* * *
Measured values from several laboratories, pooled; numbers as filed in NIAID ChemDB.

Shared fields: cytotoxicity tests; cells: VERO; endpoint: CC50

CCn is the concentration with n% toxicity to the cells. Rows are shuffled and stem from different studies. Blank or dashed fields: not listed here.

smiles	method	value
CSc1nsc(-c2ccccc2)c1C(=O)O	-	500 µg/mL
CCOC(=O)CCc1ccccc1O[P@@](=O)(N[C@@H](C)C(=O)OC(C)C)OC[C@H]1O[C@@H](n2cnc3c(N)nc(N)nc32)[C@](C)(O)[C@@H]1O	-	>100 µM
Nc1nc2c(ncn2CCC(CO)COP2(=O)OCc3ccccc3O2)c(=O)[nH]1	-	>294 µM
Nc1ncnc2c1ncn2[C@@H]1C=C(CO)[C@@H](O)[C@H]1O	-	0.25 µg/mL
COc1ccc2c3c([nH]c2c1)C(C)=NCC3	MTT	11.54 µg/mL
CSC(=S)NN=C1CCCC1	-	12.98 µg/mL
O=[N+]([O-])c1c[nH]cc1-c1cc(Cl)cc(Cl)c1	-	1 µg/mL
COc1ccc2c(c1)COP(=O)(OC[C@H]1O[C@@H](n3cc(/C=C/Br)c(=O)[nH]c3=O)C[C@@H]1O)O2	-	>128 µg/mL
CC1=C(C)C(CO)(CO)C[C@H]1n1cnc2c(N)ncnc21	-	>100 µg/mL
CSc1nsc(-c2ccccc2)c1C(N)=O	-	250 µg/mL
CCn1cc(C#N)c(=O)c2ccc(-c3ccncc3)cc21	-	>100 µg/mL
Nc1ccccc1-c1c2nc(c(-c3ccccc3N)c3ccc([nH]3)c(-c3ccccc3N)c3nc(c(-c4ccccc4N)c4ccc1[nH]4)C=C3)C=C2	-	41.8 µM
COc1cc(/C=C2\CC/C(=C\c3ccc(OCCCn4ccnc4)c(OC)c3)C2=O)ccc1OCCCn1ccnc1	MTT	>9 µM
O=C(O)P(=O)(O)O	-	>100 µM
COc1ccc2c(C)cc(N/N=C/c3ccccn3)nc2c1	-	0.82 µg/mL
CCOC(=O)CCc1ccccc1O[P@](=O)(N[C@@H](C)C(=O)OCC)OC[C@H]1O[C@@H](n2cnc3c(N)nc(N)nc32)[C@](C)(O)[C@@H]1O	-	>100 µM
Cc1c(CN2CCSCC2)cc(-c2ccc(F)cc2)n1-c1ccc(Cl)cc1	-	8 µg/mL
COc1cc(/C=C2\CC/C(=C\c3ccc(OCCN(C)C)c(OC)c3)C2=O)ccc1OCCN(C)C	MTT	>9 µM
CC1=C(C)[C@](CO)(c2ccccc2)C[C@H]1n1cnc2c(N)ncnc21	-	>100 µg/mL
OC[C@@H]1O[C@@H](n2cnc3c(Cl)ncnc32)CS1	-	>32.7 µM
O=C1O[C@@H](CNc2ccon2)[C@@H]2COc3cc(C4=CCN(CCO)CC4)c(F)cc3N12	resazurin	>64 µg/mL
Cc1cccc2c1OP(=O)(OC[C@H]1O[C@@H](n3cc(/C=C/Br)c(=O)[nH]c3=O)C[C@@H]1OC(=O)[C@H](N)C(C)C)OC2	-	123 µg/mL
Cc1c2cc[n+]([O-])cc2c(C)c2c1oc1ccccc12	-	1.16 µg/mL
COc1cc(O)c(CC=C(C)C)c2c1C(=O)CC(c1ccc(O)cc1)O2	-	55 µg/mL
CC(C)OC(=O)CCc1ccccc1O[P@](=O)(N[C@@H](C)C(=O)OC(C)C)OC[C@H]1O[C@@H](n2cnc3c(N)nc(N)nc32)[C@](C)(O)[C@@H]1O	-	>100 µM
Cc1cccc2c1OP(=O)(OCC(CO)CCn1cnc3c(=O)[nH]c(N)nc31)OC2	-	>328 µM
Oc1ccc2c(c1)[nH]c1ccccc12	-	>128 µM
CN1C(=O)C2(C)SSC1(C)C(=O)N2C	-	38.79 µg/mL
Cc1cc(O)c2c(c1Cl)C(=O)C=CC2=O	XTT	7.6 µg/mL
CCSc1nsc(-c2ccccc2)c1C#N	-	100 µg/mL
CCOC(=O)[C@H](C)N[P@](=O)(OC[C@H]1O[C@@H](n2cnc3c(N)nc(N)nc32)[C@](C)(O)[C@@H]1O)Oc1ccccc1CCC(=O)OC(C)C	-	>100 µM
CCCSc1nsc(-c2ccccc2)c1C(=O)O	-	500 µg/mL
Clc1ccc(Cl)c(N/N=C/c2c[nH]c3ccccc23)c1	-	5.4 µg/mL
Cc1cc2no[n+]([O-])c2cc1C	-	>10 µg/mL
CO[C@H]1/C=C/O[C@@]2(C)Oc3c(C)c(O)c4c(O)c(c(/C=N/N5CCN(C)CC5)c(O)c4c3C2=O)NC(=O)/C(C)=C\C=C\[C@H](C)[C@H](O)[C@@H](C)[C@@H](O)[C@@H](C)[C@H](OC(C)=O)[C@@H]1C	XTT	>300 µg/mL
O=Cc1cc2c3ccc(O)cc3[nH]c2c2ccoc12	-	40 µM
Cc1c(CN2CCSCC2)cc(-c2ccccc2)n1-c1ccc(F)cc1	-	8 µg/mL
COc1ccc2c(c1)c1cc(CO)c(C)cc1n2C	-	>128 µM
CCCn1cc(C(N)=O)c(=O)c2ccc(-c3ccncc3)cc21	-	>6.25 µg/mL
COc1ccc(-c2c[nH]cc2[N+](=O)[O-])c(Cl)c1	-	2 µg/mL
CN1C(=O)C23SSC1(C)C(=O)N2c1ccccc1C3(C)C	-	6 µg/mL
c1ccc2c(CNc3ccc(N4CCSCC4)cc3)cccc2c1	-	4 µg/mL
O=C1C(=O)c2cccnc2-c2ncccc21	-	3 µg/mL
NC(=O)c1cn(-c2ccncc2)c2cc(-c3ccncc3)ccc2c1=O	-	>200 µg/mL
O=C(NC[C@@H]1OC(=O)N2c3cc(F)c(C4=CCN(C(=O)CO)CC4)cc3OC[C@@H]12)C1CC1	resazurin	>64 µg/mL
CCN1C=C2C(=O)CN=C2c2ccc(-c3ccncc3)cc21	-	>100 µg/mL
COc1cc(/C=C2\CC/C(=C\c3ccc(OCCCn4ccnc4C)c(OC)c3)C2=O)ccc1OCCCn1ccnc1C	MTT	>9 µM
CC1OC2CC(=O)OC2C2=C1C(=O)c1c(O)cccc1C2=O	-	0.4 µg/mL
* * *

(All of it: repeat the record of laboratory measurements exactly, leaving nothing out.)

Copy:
Measured values from several laboratories, pooled; numbers as filed in NIAID ChemDB.

Shared fields: cytotoxicity tests; cells: VERO; endpoint: CC50

CCn is the concentration with n% toxicity to the cells. Rows are shuffled and stem from different studies. Blank or dashed fields: not listed here.

smiles	method	value
CSc1nsc(-c2ccccc2)c1C(=O)O	-	500 µg/mL
CCOC(=O)CCc1ccccc1O[P@@](=O)(N[C@@H](C)C(=O)OC(C)C)OC[C@H]1O[C@@H](n2cnc3c(N)nc(N)nc32)[C@](C)(O)[C@@H]1O	-	>100 µM
Nc1nc2c(ncn2CCC(CO)COP2(=O)OCc3ccccc3O2)c(=O)[nH]1	-	>294 µM
Nc1ncnc2c1ncn2[C@@H]1C=C(CO)[C@@H](O)[C@H]1O	-	0.25 µg/mL
COc1ccc2c3c([nH]c2c1)C(C)=NCC3	MTT	11.54 µg/mL
CSC(=S)NN=C1CCCC1	-	12.98 µg/mL
O=[N+]([O-])c1c[nH]cc1-c1cc(Cl)cc(Cl)c1	-	1 µg/mL
COc1ccc2c(c1)COP(=O)(OC[C@H]1O[C@@H](n3cc(/C=C/Br)c(=O)[nH]c3=O)C[C@@H]1O)O2	-	>128 µg/mL
CC1=C(C)C(CO)(CO)C[C@H]1n1cnc2c(N)ncnc21	-	>100 µg/mL
CSc1nsc(-c2ccccc2)c1C(N)=O	-	250 µg/mL
CCn1cc(C#N)c(=O)c2ccc(-c3ccncc3)cc21	-	>100 µg/mL
Nc1ccccc1-c1c2nc(c(-c3ccccc3N)c3ccc([nH]3)c(-c3ccccc3N)c3nc(c(-c4ccccc4N)c4ccc1[nH]4)C=C3)C=C2	-	41.8 µM
COc1cc(/C=C2\CC/C(=C\c3ccc(OCCCn4ccnc4)c(OC)c3)C2=O)ccc1OCCCn1ccnc1	MTT	>9 µM
O=C(O)P(=O)(O)O	-	>100 µM
COc1ccc2c(C)cc(N/N=C/c3ccccn3)nc2c1	-	0.82 µg/mL
CCOC(=O)CCc1ccccc1O[P@](=O)(N[C@@H](C)C(=O)OCC)OC[C@H]1O[C@@H](n2cnc3c(N)nc(N)nc32)[C@](C)(O)[C@@H]1O	-	>100 µM
Cc1c(CN2CCSCC2)cc(-c2ccc(F)cc2)n1-c1ccc(Cl)cc1	-	8 µg/mL
COc1cc(/C=C2\CC/C(=C\c3ccc(OCCN(C)C)c(OC)c3)C2=O)ccc1OCCN(C)C	MTT	>9 µM
CC1=C(C)[C@](CO)(c2ccccc2)C[C@H]1n1cnc2c(N)ncnc21	-	>100 µg/mL
OC[C@@H]1O[C@@H](n2cnc3c(Cl)ncnc32)CS1	-	>32.7 µM
O=C1O[C@@H](CNc2ccon2)[C@@H]2COc3cc(C4=CCN(CCO)CC4)c(F)cc3N12	resazurin	>64 µg/mL
Cc1cccc2c1OP(=O)(OC[C@H]1O[C@@H](n3cc(/C=C/Br)c(=O)[nH]c3=O)C[C@@H]1OC(=O)[C@H](N)C(C)C)OC2	-	123 µg/mL
Cc1c2cc[n+]([O-])cc2c(C)c2c1oc1ccccc12	-	1.16 µg/mL
COc1cc(O)c(CC=C(C)C)c2c1C(=O)CC(c1ccc(O)cc1)O2	-	55 µg/mL
CC(C)OC(=O)CCc1ccccc1O[P@](=O)(N[C@@H](C)C(=O)OC(C)C)OC[C@H]1O[C@@H](n2cnc3c(N)nc(N)nc32)[C@](C)(O)[C@@H]1O	-	>100 µM
Cc1cccc2c1OP(=O)(OCC(CO)CCn1cnc3c(=O)[nH]c(N)nc31)OC2	-	>328 µM
Oc1ccc2c(c1)[nH]c1ccccc12	-	>128 µM
CN1C(=O)C2(C)SSC1(C)C(=O)N2C	-	38.79 µg/mL
Cc1cc(O)c2c(c1Cl)C(=O)C=CC2=O	XTT	7.6 µg/mL
CCSc1nsc(-c2ccccc2)c1C#N	-	100 µg/mL
CCOC(=O)[C@H](C)N[P@](=O)(OC[C@H]1O[C@@H](n2cnc3c(N)nc(N)nc32)[C@](C)(O)[C@@H]1O)Oc1ccccc1CCC(=O)OC(C)C	-	>100 µM
CCCSc1nsc(-c2ccccc2)c1C(=O)O	-	500 µg/mL
Clc1ccc(Cl)c(N/N=C/c2c[nH]c3ccccc23)c1	-	5.4 µg/mL
Cc1cc2no[n+]([O-])c2cc1C	-	>10 µg/mL
CO[C@H]1/C=C/O[C@@]2(C)Oc3c(C)c(O)c4c(O)c(c(/C=N/N5CCN(C)CC5)c(O)c4c3C2=O)NC(=O)/C(C)=C\C=C\[C@H](C)[C@H](O)[C@@H](C)[C@@H](O)[C@@H](C)[C@H](OC(C)=O)[C@@H]1C	XTT	>300 µg/mL
O=Cc1cc2c3ccc(O)cc3[nH]c2c2ccoc12	-	40 µM
Cc1c(CN2CCSCC2)cc(-c2ccccc2)n1-c1ccc(F)cc1	-	8 µg/mL
COc1ccc2c(c1)c1cc(CO)c(C)cc1n2C	-	>128 µM
CCCn1cc(C(N)=O)c(=O)c2ccc(-c3ccncc3)cc21	-	>6.25 µg/mL
COc1ccc(-c2c[nH]cc2[N+](=O)[O-])c(Cl)c1	-	2 µg/mL
CN1C(=O)C23SSC1(C)C(=O)N2c1ccccc1C3(C)C	-	6 µg/mL
c1ccc2c(CNc3ccc(N4CCSCC4)cc3)cccc2c1	-	4 µg/mL
O=C1C(=O)c2cccnc2-c2ncccc21	-	3 µg/mL
NC(=O)c1cn(-c2ccncc2)c2cc(-c3ccncc3)ccc2c1=O	-	>200 µg/mL
O=C(NC[C@@H]1OC(=O)N2c3cc(F)c(C4=CCN(C(=O)CO)CC4)cc3OC[C@@H]12)C1CC1	resazurin	>64 µg/mL
CCN1C=C2C(=O)CN=C2c2ccc(-c3ccncc3)cc21	-	>100 µg/mL
COc1cc(/C=C2\CC/C(=C\c3ccc(OCCCn4ccnc4C)c(OC)c3)C2=O)ccc1OCCCn1ccnc1C	MTT	>9 µM
CC1OC2CC(=O)OC2C2=C1C(=O)c1c(O)cccc1C2=O	-	0.4 µg/mL